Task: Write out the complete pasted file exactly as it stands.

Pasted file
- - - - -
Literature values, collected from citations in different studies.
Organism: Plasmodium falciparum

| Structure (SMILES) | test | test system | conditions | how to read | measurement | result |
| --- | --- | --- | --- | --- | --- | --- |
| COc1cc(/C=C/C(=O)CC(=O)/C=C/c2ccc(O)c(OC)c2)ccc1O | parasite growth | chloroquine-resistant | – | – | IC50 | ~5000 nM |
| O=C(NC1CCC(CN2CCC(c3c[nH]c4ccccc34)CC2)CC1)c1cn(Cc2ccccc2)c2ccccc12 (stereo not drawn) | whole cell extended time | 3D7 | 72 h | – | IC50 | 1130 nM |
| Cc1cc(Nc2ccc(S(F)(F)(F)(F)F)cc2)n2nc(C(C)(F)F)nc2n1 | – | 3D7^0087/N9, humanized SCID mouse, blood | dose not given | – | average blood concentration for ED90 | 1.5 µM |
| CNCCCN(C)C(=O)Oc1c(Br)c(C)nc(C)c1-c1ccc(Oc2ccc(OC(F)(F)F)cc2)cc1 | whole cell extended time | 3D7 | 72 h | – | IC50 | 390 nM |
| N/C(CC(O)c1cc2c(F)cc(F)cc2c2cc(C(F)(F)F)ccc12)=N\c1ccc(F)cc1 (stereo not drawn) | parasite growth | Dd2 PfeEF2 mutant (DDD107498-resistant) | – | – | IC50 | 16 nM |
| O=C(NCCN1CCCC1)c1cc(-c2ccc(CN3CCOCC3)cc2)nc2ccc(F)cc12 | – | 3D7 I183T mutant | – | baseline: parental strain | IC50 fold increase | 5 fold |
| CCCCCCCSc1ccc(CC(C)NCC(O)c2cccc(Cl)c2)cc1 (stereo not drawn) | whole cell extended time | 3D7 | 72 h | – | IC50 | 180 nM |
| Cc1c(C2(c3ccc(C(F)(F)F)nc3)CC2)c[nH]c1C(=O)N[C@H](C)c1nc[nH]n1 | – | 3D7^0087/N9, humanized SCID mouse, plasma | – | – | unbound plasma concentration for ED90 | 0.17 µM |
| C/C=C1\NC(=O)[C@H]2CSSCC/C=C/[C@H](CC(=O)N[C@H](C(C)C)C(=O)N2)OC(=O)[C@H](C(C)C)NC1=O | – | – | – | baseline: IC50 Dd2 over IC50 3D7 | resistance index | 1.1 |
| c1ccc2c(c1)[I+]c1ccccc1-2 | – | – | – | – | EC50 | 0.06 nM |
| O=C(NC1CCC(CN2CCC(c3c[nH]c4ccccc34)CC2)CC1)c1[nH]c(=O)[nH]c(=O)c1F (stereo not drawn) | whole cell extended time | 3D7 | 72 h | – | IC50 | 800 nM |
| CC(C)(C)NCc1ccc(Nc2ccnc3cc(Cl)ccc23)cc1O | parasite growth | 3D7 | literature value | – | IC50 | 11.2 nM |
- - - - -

Literature values, collected from citations in different studies.
Organism: Plasmodium falciparum

| Structure (SMILES) | test | test system | conditions | how to read | measurement | result |
| --- | --- | --- | --- | --- | --- | --- |
| COc1cc(/C=C/C(=O)CC(=O)/C=C/c2ccc(O)c(OC)c2)ccc1O | parasite growth | chloroquine-resistant | – | – | IC50 | ~5000 nM |
| O=C(NC1CCC(CN2CCC(c3c[nH]c4ccccc34)CC2)CC1)c1cn(Cc2ccccc2)c2ccccc12 (stereo not drawn) | whole cell extended time | 3D7 | 72 h | – | IC50 | 1130 nM |
| Cc1cc(Nc2ccc(S(F)(F)(F)(F)F)cc2)n2nc(C(C)(F)F)nc2n1 | – | 3D7^0087/N9, humanized SCID mouse, blood | dose not given | – | average blood concentration for ED90 | 1.5 µM |
| CNCCCN(C)C(=O)Oc1c(Br)c(C)nc(C)c1-c1ccc(Oc2ccc(OC(F)(F)F)cc2)cc1 | whole cell extended time | 3D7 | 72 h | – | IC50 | 390 nM |
| N/C(CC(O)c1cc2c(F)cc(F)cc2c2cc(C(F)(F)F)ccc12)=N\c1ccc(F)cc1 (stereo not drawn) | parasite growth | Dd2 PfeEF2 mutant (DDD107498-resistant) | – | – | IC50 | 16 nM |
| O=C(NCCN1CCCC1)c1cc(-c2ccc(CN3CCOCC3)cc2)nc2ccc(F)cc12 | – | 3D7 I183T mutant | – | baseline: parental strain | IC50 fold increase | 5 fold |
| CCCCCCCSc1ccc(CC(C)NCC(O)c2cccc(Cl)c2)cc1 (stereo not drawn) | whole cell extended time | 3D7 | 72 h | – | IC50 | 180 nM |
| Cc1c(C2(c3ccc(C(F)(F)F)nc3)CC2)c[nH]c1C(=O)N[C@H](C)c1nc[nH]n1 | – | 3D7^0087/N9, humanized SCID mouse, plasma | – | – | unbound plasma concentration for ED90 | 0.17 µM |
| C/C=C1\NC(=O)[C@H]2CSSCC/C=C/[C@H](CC(=O)N[C@H](C(C)C)C(=O)N2)OC(=O)[C@H](C(C)C)NC1=O | – | – | – | baseline: IC50 Dd2 over IC50 3D7 | resistance index | 1.1 |
| c1ccc2c(c1)[I+]c1ccccc1-2 | – | – | – | – | EC50 | 0.06 nM |
| O=C(NC1CCC(CN2CCC(c3c[nH]c4ccccc34)CC2)CC1)c1[nH]c(=O)[nH]c(=O)c1F (stereo not drawn) | whole cell extended time | 3D7 | 72 h | – | IC50 | 800 nM |
| CC(C)(C)NCc1ccc(Nc2ccnc3cc(Cl)ccc23)cc1O | parasite growth | 3D7 | literature value | – | IC50 | 11.2 nM |